One of the most exciting predictions made at the beginning of the year presented the prospect of Philadelphia shattering the franchise record for most wins in a season. After clinching the division more than a week ago, going over the 101-win mark for the first time in team history seemed like a foregone conclusion.
Now, with just a three-game series in Atlanta remaining on the schedule, that guarantee is anything but a sure bet. Following a string of eight straight losses, the Phillies will need to sweep the Braves to reach a record-setting 102 wins. For a team as talented as Philadelphia, anything less would be considered a regular season letdown.
The legacy of a team is defined by its postseason play and overall finish, but dominating over the course of a long 162-game season is a testament to consistency and depth of roster. The Phillies have all the makings of a team that deserves to be called the best in franchise in history. However, because of the way their campaign is coming to a close, they may not earn that distinction.
While looking at factors that could sink the Phillies’ hopes of a dream season, Manger Charlie Manuel comes to mind. Manuel must pilot the ball club in exactly the right way in order to achieve the desired results. There are some questions as to who will even make the postseason roster, leaving some big decisions for Manuel.
Once he makes the cuts necessary for the postseason roster, the Phillies’ skipper must pull the right strings, like he did in 2008. The manager is crucial to Philadelphia’s success and if he meets his match in the opposing dugout, the team could be in trouble. Charlie has a history of over-managing playoff games, think 2009 against the Dodgers, and his role will be under the microscope throughout October.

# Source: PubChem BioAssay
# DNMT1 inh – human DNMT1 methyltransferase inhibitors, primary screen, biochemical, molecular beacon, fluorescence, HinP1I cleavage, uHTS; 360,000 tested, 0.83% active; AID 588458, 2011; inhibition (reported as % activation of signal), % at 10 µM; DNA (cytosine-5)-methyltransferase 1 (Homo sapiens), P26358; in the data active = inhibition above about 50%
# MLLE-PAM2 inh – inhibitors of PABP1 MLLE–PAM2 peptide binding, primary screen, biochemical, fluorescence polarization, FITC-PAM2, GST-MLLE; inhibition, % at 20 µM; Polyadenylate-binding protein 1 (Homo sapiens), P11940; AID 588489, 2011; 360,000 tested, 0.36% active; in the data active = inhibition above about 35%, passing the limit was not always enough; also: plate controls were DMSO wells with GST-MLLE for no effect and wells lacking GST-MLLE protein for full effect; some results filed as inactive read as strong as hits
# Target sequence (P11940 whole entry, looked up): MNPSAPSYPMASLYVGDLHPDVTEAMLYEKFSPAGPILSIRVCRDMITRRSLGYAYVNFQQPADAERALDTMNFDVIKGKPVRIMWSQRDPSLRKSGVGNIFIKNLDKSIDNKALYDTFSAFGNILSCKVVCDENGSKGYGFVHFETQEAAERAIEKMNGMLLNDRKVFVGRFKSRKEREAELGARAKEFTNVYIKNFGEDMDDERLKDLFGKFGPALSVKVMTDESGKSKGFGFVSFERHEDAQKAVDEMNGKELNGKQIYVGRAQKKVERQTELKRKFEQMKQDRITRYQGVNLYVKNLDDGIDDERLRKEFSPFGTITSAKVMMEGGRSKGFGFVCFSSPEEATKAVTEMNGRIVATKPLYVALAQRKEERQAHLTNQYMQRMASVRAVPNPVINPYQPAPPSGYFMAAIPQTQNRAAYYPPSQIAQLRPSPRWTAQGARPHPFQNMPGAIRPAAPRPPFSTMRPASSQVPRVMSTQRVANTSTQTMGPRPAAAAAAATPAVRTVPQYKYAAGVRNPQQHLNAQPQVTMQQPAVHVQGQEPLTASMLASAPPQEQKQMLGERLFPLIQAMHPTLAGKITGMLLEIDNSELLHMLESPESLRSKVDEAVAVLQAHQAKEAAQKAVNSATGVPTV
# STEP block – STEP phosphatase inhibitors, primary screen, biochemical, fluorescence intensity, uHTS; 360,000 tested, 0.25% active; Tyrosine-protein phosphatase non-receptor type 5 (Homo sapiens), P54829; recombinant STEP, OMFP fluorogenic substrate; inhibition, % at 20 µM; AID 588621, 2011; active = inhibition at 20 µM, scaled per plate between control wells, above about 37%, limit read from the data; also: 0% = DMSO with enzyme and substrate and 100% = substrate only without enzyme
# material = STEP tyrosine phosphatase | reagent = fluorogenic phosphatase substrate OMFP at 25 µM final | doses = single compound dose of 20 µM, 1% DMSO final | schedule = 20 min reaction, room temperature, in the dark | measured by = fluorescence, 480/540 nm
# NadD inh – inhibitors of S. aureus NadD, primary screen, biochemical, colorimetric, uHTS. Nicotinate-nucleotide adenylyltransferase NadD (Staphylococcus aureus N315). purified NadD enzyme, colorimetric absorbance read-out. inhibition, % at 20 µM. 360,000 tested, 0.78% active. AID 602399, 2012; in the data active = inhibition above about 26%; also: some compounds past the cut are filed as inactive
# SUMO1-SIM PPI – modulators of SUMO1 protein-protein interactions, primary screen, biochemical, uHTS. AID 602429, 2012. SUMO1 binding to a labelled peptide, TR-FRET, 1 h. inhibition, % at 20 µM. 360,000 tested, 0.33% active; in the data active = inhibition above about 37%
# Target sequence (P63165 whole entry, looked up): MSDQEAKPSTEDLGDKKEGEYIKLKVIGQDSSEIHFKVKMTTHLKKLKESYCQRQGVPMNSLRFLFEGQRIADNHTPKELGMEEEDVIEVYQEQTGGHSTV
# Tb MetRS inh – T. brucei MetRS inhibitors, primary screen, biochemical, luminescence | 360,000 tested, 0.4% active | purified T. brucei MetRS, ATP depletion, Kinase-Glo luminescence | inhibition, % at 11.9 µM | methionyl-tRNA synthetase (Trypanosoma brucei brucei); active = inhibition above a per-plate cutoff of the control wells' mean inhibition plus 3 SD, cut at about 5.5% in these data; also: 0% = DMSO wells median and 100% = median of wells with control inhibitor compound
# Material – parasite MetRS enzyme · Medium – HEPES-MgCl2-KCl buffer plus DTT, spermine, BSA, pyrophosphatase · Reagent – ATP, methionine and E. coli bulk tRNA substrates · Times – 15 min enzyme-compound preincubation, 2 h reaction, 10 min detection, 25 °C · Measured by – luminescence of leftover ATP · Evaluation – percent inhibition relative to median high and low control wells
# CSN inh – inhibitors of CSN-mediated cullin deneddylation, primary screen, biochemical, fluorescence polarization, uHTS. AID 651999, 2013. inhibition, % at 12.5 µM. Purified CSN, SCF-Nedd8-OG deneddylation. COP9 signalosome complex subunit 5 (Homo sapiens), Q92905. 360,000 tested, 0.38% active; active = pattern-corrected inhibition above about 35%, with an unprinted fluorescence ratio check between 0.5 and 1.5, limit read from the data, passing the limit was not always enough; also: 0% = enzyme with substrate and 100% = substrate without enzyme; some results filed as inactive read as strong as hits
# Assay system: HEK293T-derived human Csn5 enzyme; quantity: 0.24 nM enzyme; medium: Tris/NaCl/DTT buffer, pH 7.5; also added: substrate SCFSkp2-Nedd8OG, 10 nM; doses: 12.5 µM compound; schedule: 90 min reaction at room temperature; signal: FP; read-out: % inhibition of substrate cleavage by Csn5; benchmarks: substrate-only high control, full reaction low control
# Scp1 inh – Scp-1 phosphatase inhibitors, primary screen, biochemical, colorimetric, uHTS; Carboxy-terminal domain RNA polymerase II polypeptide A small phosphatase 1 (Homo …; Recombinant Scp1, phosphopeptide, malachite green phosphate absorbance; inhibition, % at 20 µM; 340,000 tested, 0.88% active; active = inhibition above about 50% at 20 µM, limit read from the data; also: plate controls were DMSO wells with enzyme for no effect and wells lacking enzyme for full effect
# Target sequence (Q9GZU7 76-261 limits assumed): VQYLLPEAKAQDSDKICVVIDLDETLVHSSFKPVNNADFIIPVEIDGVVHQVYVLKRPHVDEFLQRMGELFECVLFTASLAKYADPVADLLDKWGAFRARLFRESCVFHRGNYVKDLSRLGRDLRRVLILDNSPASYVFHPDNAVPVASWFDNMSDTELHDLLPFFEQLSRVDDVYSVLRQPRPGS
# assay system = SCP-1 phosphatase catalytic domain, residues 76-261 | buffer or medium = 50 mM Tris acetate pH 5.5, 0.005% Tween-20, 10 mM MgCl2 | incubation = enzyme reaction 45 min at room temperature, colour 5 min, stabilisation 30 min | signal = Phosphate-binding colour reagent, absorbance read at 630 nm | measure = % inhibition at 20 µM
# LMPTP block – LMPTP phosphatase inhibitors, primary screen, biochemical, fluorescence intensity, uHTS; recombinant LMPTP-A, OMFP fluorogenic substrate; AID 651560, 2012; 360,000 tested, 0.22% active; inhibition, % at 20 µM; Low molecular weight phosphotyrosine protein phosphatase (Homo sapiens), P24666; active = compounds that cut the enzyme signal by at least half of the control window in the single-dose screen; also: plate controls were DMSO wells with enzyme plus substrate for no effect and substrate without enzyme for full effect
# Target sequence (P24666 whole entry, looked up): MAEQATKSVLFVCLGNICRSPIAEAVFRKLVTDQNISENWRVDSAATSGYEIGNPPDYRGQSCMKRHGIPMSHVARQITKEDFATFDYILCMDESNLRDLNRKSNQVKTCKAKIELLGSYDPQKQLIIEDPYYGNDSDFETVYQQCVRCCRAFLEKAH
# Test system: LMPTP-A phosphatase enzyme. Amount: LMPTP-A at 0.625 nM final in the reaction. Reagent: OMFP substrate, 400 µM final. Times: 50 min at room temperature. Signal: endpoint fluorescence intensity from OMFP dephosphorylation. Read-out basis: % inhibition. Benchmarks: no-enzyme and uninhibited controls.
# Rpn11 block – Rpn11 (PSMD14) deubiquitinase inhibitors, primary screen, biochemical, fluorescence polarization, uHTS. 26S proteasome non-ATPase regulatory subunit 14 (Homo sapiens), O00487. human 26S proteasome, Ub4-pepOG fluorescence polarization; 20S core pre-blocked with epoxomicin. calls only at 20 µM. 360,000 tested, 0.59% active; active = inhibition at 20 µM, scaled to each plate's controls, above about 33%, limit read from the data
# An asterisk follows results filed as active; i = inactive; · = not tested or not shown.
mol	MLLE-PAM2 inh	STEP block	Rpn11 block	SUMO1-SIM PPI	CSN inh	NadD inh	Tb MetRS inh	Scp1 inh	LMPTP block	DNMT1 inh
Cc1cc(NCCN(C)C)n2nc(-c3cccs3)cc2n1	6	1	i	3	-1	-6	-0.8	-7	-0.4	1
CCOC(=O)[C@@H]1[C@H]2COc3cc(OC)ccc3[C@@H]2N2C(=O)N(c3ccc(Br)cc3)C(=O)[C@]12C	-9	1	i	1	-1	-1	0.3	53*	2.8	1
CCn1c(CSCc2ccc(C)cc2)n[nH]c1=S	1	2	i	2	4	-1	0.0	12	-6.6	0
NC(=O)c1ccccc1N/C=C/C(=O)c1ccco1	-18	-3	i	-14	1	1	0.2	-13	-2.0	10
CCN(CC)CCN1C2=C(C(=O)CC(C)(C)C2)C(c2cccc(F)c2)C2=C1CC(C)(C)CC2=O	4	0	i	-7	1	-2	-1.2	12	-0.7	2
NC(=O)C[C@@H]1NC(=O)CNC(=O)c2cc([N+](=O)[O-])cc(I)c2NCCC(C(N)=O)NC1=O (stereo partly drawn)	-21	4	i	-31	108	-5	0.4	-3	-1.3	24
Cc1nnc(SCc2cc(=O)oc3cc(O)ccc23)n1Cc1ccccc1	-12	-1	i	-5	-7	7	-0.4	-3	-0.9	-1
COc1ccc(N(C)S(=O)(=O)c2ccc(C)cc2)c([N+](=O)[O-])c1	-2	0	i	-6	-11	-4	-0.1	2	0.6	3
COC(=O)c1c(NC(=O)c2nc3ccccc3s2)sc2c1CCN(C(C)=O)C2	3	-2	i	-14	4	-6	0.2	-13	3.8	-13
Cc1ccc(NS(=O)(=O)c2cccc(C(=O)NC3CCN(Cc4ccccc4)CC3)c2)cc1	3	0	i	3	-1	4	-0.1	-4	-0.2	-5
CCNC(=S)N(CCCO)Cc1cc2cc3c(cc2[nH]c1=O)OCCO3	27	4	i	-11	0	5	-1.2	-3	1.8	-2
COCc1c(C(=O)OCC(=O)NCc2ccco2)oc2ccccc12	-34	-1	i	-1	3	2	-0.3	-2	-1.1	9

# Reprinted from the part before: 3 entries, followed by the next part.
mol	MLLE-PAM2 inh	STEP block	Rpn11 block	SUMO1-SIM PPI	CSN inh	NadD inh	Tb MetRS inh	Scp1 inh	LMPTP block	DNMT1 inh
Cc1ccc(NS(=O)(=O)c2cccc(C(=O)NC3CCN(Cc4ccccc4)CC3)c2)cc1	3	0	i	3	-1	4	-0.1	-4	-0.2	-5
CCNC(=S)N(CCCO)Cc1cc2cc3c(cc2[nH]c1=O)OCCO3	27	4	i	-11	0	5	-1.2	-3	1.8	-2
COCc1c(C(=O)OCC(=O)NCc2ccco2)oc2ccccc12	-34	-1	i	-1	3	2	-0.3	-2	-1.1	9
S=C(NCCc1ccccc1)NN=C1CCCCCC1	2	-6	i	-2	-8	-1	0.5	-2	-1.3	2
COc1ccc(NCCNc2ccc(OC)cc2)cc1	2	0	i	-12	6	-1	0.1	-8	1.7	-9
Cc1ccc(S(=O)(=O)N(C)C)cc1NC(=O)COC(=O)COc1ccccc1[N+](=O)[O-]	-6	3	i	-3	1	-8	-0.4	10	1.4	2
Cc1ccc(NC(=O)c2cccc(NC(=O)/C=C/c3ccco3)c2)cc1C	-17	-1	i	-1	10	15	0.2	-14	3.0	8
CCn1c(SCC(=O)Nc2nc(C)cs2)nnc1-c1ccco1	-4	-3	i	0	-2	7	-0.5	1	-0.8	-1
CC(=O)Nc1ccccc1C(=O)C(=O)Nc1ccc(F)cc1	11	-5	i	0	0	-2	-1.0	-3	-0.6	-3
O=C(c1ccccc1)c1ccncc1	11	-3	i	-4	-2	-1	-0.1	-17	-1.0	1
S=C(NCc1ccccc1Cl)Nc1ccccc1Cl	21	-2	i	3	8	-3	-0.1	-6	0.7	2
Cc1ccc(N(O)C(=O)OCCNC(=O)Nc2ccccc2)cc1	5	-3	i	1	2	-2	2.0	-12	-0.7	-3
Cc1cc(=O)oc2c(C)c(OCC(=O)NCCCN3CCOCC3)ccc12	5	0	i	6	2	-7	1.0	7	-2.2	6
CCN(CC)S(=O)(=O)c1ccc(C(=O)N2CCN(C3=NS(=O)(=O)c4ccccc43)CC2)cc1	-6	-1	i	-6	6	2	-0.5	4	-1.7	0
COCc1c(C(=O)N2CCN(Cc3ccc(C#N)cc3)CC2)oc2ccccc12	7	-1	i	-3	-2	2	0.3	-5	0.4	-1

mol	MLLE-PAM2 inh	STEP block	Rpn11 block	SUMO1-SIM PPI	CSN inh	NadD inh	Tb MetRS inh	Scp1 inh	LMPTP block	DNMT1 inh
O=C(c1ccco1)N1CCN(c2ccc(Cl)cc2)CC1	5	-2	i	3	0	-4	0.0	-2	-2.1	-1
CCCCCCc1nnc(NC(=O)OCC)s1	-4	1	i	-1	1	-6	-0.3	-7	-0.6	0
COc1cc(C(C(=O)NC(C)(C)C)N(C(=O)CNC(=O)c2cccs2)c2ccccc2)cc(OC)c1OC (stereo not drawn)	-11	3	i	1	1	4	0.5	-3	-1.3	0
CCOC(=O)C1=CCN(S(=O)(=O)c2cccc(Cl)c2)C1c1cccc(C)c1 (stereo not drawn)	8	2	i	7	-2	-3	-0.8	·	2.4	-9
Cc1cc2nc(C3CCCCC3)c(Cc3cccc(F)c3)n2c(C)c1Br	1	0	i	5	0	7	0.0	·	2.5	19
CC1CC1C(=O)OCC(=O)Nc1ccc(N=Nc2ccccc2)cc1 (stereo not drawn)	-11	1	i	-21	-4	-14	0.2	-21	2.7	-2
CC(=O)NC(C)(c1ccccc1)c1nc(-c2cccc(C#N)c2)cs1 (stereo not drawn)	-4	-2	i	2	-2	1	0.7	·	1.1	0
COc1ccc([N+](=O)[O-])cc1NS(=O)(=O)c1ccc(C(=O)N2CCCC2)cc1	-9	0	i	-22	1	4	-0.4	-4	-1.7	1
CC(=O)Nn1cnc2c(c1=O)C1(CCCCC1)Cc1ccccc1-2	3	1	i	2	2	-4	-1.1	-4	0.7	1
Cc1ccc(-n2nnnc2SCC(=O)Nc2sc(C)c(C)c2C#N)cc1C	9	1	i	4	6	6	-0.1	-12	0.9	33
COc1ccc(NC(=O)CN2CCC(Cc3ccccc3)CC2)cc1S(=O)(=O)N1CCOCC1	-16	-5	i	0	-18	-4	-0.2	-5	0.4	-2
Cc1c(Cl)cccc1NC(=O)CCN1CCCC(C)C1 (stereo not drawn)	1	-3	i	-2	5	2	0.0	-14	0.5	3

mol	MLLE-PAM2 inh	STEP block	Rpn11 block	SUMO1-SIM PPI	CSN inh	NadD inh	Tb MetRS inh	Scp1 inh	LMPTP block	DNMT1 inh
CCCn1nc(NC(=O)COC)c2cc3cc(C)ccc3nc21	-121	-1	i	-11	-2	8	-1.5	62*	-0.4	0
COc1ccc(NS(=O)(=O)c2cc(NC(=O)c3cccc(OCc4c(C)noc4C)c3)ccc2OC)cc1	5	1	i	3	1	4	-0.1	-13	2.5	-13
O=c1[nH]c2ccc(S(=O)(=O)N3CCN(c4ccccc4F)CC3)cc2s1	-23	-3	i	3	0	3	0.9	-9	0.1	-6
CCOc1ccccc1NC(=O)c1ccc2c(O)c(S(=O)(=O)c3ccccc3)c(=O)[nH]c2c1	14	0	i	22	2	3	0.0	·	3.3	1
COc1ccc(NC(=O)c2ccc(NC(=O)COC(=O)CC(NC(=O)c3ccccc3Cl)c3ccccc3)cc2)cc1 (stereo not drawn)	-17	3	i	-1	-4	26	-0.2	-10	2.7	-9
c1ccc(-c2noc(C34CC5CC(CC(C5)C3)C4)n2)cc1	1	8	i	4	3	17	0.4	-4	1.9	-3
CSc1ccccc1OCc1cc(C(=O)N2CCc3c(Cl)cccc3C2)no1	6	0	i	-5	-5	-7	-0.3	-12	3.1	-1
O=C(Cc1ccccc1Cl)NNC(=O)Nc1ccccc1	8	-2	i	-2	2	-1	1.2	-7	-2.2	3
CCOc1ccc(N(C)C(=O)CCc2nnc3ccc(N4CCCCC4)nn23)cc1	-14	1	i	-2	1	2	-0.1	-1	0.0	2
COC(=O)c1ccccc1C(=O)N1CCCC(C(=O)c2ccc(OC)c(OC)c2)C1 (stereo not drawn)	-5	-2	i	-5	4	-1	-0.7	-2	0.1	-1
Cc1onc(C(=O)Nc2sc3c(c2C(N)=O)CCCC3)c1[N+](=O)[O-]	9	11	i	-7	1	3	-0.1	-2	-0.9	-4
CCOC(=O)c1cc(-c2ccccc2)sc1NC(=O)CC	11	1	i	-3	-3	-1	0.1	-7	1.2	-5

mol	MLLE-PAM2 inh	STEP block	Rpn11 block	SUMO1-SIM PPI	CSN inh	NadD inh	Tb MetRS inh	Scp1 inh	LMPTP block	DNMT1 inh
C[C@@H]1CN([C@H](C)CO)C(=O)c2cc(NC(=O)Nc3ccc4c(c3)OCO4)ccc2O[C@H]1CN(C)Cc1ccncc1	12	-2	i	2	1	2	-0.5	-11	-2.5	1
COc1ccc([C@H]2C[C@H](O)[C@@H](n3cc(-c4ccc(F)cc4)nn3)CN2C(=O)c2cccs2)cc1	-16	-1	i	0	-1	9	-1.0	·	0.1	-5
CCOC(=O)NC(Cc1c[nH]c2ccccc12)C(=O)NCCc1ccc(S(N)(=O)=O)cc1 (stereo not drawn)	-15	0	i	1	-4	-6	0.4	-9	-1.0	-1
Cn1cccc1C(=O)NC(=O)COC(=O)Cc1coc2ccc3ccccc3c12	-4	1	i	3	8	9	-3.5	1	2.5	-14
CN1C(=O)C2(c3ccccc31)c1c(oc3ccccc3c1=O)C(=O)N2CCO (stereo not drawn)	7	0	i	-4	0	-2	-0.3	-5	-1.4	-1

Manuel's tenure in Philadelphia has represented one of the most prolific strings of success in franchise history. The Phillies' faithful have put their trust in the soft-spoken clubhouse leader to bring home another World Series title. Another October failure could result in questions as to why such a loaded team faltered when it mattered the most, leaving Manuel with an uncertain future.
By the end of the calendar year in Major League Baseball, only one team has won the right to wear the league’s crown as World Series champions. Judging by the level of disappointment that Phillies' fans were forced to endure after October blunders in 2009 and 2010, the City of Brotherly Love will not tolerate a third consecutive postseason exit.
While regular season accolades and records are something to be proud of, the exuberance and celebration that comes with a victory parade is unmatched by anything in sports. Anything less than a trip down Broad Street for this season’s edition of the Phillies would not do justice to how good this team has been in 2011. Between a great rotation and the production of its offensive stars, Philadelphia cannot fall short of reaching their ultimate goal.
With the postseason just a week away, the Phillies have all communicated an understanding of the “World Series or bust” attitude. For the third year in a row, the team is favored to rise out of the National League and reach the World Series. In that same span, they have yet to follow up their magical 2008 performance with anything worth bragging about.
Defeat, at any point in October, would turn this dream season in Philadelphia into a nightmare.